And what does the community mean today? Is it only another word for marketing? That disappointing prospect came up during ArtsEmerson head David Dower’s rah-rah patter in front of the press and Chairman Chu about the success of the “World on Stage.” As an example of community interaction with audience members, he mentioned how an acclaimed production from South Africa of Strindberg’s Miss Julie — which was very raw and sexual — was seen as a bit “too much” by some viewers. His response to this objection (from how many?) was not a profile in courage: he said the organization needed to come up with the “right balance.” Translation: keep the programming safely PG. The irony is that Miss Julie is one of the best productions ArtsEmerson has brought in to date. Worse, the idea of positioning the theater’s season in the audiences’ sweet spot runs against the notion that the purpose of theater is to provoke and challenge — not just placate and empower. The approach of large regional companies such as Arts Emerson, The Huntington Theatre Company, and the American Repertory Theater appears to be to brand themselves as ‘brave’ and ‘bold’ and ‘edgy’ (labels that our critics dutifully parrot), but that when it comes down to it they are desperately eager to hear from audiences how they can please them better. Ezra Pound said that literature was news that stays news — cranking out happy talk doesn’t qualify.
Another variation on the ideal of community came up in my brief talk with Chairman Chu. I asked her about the expansion of the NEA into supporting digital art and video games. Chu made the reasonable point that increasingly arts creation (and consumption) was taking place online and that it simply couldn’t be ignored. Fair enough… and there are some amazing video games and digital images being made today. (One of the few places where serious criticism is thriving is the evaluation of video games.) But this attempt to cast a wider net at the NEA raises some large questions.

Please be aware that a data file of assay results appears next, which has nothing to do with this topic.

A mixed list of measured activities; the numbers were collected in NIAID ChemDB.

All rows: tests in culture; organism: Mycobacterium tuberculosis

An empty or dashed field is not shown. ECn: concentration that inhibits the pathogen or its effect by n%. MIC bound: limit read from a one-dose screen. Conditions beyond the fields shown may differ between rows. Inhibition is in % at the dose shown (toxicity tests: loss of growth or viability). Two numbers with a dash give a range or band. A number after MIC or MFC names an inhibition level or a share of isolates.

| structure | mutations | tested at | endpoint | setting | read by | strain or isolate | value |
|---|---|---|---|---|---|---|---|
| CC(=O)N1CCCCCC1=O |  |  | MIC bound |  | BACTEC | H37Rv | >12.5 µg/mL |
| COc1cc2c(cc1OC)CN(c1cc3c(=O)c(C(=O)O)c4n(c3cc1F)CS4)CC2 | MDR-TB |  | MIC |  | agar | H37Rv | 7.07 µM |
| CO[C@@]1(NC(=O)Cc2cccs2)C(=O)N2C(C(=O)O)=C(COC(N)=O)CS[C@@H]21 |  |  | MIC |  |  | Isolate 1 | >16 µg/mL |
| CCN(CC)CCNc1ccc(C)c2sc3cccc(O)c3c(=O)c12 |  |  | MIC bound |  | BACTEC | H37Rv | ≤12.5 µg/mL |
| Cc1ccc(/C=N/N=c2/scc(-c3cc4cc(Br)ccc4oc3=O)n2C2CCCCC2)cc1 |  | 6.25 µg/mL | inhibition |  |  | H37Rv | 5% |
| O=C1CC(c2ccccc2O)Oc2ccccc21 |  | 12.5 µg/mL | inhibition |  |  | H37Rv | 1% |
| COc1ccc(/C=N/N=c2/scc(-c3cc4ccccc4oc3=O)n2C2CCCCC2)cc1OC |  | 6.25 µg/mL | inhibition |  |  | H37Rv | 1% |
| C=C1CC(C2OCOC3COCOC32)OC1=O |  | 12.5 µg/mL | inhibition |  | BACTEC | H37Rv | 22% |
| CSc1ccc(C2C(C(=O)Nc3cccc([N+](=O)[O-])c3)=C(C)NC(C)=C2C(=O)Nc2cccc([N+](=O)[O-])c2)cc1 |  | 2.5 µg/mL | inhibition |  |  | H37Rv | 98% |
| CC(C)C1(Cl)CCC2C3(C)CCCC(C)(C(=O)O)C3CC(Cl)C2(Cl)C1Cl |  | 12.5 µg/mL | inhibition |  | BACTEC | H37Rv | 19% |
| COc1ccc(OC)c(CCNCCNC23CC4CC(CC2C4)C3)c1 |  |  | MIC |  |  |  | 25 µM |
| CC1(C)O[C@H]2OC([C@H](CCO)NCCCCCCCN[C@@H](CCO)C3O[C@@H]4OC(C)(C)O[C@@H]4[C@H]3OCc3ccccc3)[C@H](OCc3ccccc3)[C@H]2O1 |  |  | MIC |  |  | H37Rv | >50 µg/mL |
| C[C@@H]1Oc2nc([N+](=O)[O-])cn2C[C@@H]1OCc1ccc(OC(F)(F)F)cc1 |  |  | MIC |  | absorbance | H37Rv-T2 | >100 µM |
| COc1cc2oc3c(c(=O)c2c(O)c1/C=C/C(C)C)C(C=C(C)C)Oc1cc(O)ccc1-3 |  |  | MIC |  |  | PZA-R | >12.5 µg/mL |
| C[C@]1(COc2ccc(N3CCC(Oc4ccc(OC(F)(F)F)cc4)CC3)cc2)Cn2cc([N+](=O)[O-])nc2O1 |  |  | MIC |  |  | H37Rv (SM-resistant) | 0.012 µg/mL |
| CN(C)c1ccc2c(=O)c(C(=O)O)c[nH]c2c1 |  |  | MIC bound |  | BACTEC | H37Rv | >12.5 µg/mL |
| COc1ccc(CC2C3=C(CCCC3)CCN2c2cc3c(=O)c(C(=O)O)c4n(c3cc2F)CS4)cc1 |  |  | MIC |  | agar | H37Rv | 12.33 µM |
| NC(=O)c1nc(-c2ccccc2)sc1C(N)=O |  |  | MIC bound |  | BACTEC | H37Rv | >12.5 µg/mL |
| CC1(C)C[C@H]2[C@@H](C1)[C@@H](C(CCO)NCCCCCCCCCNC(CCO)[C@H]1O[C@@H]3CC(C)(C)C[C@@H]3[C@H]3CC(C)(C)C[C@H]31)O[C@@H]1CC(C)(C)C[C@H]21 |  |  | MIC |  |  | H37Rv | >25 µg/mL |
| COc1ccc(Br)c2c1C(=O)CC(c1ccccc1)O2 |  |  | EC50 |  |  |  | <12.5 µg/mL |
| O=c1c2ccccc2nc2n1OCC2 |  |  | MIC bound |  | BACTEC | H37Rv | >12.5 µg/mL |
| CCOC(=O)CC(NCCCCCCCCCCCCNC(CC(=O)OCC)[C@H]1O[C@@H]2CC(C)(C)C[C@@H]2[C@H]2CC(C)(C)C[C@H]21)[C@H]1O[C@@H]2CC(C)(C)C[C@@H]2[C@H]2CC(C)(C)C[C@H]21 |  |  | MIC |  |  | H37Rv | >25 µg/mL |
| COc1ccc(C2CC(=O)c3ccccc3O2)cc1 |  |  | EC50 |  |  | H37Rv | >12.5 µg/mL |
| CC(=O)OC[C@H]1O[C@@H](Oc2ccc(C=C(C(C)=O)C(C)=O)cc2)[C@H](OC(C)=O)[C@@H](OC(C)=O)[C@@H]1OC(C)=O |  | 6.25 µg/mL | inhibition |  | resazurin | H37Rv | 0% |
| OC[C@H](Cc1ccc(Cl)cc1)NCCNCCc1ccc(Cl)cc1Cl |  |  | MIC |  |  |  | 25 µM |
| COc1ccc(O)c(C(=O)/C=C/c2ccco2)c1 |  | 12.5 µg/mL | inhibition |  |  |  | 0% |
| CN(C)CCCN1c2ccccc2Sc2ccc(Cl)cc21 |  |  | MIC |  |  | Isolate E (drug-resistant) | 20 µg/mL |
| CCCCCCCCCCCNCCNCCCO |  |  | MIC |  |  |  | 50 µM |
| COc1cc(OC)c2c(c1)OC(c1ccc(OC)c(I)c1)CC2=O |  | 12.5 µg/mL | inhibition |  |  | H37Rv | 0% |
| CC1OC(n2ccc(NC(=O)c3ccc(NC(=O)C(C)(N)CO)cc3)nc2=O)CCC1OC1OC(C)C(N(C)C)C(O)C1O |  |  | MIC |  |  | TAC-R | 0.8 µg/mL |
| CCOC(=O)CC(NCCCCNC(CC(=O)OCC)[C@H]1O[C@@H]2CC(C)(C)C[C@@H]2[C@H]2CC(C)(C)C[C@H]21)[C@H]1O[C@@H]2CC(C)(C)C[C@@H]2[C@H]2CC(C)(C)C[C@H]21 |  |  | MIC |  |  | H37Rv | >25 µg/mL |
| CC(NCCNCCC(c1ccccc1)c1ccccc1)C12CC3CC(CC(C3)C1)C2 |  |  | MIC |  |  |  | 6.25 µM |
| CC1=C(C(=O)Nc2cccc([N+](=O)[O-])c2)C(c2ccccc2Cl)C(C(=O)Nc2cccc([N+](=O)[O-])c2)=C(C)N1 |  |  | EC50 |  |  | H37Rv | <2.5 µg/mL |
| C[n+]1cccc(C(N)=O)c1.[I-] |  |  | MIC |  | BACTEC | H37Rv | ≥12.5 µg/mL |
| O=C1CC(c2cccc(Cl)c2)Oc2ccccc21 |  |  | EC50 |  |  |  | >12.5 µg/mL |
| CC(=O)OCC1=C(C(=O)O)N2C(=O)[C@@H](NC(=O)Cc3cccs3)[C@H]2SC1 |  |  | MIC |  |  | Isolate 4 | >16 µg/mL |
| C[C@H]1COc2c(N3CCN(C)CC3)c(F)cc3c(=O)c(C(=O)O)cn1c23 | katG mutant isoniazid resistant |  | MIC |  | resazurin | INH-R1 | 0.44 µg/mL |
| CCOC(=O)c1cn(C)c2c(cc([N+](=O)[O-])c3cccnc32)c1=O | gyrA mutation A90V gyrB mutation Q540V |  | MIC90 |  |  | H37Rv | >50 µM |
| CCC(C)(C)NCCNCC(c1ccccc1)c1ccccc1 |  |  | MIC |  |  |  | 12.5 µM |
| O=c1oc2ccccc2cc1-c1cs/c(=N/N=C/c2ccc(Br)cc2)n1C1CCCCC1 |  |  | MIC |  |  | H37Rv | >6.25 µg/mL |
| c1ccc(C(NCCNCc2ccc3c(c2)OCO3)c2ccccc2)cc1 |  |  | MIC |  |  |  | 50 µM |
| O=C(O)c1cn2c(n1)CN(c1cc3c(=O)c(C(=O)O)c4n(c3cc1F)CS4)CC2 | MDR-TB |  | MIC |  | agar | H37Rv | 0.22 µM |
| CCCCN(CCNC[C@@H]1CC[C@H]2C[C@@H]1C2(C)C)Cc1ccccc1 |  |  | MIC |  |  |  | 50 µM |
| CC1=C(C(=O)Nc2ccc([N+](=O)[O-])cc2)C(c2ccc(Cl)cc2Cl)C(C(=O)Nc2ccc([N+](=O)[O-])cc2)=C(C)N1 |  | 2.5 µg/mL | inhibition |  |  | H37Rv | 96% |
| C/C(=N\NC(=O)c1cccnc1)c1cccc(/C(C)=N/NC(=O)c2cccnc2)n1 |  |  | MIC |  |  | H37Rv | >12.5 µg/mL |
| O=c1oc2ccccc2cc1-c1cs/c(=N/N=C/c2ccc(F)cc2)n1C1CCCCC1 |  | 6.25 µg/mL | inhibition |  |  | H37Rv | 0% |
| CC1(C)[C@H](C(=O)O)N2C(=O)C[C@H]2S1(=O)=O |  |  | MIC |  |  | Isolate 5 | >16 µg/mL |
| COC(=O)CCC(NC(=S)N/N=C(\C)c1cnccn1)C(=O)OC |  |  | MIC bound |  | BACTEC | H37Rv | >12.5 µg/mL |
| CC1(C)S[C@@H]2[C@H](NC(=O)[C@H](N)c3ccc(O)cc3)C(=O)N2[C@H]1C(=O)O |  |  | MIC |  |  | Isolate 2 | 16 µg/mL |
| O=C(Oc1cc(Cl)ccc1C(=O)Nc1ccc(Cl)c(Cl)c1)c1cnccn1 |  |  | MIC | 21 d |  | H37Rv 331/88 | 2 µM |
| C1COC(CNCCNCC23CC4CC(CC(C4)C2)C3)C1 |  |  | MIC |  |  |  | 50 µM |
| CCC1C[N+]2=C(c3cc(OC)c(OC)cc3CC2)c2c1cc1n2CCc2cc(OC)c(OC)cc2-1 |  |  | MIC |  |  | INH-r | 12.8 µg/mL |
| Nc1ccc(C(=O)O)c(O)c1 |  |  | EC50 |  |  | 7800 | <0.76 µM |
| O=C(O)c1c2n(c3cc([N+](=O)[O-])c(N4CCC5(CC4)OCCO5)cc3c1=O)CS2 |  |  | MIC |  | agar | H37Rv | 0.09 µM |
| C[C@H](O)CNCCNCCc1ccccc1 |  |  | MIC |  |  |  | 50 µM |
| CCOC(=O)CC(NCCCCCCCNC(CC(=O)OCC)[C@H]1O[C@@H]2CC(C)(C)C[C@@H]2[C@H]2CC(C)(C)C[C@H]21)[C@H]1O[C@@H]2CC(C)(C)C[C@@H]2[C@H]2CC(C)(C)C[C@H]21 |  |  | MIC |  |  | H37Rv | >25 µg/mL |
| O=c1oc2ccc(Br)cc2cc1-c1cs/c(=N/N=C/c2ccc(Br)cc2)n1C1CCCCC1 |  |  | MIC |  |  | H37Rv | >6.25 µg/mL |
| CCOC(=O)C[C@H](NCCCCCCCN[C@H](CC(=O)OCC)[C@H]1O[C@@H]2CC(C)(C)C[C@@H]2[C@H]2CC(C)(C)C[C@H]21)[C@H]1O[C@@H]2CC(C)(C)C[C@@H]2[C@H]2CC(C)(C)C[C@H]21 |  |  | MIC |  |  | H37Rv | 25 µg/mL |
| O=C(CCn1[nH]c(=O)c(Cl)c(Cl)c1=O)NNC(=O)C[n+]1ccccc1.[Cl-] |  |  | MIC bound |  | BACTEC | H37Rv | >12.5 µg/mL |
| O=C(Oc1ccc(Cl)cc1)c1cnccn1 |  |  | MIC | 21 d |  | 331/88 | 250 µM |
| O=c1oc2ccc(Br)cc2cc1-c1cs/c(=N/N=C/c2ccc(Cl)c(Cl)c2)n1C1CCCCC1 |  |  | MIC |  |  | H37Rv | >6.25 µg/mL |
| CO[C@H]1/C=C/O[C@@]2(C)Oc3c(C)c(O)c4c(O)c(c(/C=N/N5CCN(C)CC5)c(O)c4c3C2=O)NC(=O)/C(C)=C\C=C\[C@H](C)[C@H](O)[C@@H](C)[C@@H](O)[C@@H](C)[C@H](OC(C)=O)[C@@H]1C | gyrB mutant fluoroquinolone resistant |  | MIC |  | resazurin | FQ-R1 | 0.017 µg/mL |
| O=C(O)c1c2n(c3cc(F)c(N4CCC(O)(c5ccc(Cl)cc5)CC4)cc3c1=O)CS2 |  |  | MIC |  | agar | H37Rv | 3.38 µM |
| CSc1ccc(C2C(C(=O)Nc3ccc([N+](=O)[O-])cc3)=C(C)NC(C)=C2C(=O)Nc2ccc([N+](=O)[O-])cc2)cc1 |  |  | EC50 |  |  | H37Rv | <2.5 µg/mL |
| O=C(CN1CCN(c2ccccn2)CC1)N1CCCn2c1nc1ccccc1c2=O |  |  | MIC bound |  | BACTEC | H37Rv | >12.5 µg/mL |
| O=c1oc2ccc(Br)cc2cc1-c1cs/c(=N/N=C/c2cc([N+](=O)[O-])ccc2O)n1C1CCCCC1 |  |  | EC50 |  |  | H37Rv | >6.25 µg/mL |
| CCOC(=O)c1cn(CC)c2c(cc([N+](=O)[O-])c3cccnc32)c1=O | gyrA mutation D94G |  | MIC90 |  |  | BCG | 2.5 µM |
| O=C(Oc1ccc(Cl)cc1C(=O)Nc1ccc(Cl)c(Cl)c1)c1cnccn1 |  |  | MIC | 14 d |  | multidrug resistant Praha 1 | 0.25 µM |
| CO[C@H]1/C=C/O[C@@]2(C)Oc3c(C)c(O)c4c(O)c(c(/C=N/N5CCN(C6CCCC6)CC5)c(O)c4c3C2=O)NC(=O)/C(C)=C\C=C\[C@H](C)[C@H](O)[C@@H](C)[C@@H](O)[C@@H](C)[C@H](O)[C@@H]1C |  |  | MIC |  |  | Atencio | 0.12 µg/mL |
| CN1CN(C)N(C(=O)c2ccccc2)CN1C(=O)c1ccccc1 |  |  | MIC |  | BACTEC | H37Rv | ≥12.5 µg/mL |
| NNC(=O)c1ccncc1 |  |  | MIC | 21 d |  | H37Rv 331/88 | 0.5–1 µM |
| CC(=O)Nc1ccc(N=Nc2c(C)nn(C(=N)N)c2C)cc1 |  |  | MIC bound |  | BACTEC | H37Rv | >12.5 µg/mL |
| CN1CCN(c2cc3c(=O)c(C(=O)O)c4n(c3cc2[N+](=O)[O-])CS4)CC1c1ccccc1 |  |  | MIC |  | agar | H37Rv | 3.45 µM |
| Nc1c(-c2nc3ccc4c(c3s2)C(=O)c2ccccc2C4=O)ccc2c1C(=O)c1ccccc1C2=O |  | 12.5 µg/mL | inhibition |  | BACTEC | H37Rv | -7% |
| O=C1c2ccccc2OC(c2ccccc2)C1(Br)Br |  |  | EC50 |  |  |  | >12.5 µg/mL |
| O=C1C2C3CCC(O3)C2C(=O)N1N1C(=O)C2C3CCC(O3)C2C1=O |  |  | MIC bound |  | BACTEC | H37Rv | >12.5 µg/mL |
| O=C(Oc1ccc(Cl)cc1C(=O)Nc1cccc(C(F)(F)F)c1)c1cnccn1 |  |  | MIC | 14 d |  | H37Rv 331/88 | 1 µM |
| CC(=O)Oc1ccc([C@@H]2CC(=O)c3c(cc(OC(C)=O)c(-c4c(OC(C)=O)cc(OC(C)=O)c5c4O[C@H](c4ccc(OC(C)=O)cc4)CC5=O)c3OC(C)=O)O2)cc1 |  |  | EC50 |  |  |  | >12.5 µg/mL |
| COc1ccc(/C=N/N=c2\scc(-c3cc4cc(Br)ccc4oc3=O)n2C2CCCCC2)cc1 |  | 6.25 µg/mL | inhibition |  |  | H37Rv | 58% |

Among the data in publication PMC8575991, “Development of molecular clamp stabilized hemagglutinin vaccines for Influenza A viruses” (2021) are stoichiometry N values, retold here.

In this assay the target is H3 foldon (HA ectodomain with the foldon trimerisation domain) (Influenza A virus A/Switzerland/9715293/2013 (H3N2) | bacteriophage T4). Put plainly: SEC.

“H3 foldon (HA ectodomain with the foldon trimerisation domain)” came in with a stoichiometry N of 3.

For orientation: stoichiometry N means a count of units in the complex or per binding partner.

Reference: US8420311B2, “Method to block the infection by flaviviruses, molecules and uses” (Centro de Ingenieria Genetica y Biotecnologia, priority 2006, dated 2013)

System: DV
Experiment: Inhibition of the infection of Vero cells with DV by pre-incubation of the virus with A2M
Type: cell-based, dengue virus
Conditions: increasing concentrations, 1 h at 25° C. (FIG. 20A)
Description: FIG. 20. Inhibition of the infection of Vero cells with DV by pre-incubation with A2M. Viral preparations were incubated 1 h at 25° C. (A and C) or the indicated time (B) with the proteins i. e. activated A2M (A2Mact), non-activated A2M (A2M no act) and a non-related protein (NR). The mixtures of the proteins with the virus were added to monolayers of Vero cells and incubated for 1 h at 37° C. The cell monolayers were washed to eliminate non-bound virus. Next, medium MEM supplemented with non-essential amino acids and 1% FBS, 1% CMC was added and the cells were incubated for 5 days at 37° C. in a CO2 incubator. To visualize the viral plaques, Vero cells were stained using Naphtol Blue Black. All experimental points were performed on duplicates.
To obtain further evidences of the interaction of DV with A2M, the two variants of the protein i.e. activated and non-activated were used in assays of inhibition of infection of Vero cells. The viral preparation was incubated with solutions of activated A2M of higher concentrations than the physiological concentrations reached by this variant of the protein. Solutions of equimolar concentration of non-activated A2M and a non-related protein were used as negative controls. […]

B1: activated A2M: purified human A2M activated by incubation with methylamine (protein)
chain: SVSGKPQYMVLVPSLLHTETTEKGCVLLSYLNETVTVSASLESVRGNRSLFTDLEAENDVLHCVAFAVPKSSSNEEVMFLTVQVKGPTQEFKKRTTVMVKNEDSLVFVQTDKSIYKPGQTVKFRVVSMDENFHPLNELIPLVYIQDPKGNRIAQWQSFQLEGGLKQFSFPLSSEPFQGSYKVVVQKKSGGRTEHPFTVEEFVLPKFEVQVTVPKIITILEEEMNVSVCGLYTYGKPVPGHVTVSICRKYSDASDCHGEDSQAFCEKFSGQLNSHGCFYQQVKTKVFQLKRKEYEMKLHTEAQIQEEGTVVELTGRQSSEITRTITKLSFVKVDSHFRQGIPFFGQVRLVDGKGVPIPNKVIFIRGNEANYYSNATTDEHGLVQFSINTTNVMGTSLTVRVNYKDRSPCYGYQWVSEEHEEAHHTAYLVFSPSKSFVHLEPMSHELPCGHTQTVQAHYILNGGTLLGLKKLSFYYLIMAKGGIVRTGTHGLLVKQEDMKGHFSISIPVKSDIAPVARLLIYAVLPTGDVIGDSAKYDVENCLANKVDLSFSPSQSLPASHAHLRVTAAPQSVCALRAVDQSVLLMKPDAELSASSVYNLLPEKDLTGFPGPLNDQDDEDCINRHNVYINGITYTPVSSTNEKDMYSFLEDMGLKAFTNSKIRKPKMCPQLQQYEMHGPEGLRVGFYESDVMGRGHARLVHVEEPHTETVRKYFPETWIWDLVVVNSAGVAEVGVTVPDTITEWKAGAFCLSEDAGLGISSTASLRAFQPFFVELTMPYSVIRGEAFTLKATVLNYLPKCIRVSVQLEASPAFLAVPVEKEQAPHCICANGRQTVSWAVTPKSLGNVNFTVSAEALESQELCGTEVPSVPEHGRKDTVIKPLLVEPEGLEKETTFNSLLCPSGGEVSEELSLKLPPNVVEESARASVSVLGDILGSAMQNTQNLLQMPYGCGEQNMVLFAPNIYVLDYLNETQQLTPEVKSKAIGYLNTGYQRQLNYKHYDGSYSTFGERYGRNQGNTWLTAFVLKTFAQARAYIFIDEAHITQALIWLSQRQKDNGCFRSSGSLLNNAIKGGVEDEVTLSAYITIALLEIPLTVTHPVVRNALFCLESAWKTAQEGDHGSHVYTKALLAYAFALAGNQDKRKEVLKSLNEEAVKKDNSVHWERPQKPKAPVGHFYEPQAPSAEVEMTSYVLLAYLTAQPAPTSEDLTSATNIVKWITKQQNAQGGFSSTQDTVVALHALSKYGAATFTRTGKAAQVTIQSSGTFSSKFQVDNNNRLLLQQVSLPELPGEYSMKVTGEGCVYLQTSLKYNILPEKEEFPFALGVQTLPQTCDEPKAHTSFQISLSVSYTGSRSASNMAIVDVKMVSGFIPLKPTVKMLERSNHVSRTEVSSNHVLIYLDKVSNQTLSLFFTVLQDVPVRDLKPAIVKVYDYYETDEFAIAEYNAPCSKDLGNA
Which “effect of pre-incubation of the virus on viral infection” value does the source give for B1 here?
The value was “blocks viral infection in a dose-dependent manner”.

It seems to me that over the next decade two definitions of community will evolve, and at the moment we don’t have the means (via dialogue, criticism, etc) to link them. (Aside from the quixotic efforts of publications such as The Arts Fuse.) The traditional physical gathering at a performance space inevitably conflicts with the new virtual community, which is made up of people who connect to each other via screens and like it that way. Video gamers make up a community of ‘players’ that stretches around the world. What will the fallout of this be, especially given that more and more art is being hatched electronically? And that young people are incredibly comfortable downloading art they and others create so they can look at it (theater, music, movies) at their leisure on their ever more sophisticated devices? And at a cheap price — no parking or restaurant bills. A Netflix subscription service for theater productions is around the corner. Chu talks eloquently about the achievements of the first fifty years of the NEA, and to her credit she is also looking forward to the next 50. Given the enormous changes that technology has already wrought, the transformation will no doubt be revolutionary. If we want to help shape a healthy future for the arts it behooves us to try to dream and think ahead.
Bill Marx is the Editor-in-Chief of The Arts Fuse. For over three decades, he has written about arts and culture for print, broadcast, and online. He has regularly reviewed theater for National Public Radio Station WBUR and The Boston Globe. He created and edited WBUR Online Arts, a cultural webzine that in 2004 won an Online Journalism Award for Specialty Journalism. In 2007 he created The Arts Fuse, an online magazine dedicated to covering arts and culture in Boston and throughout New England.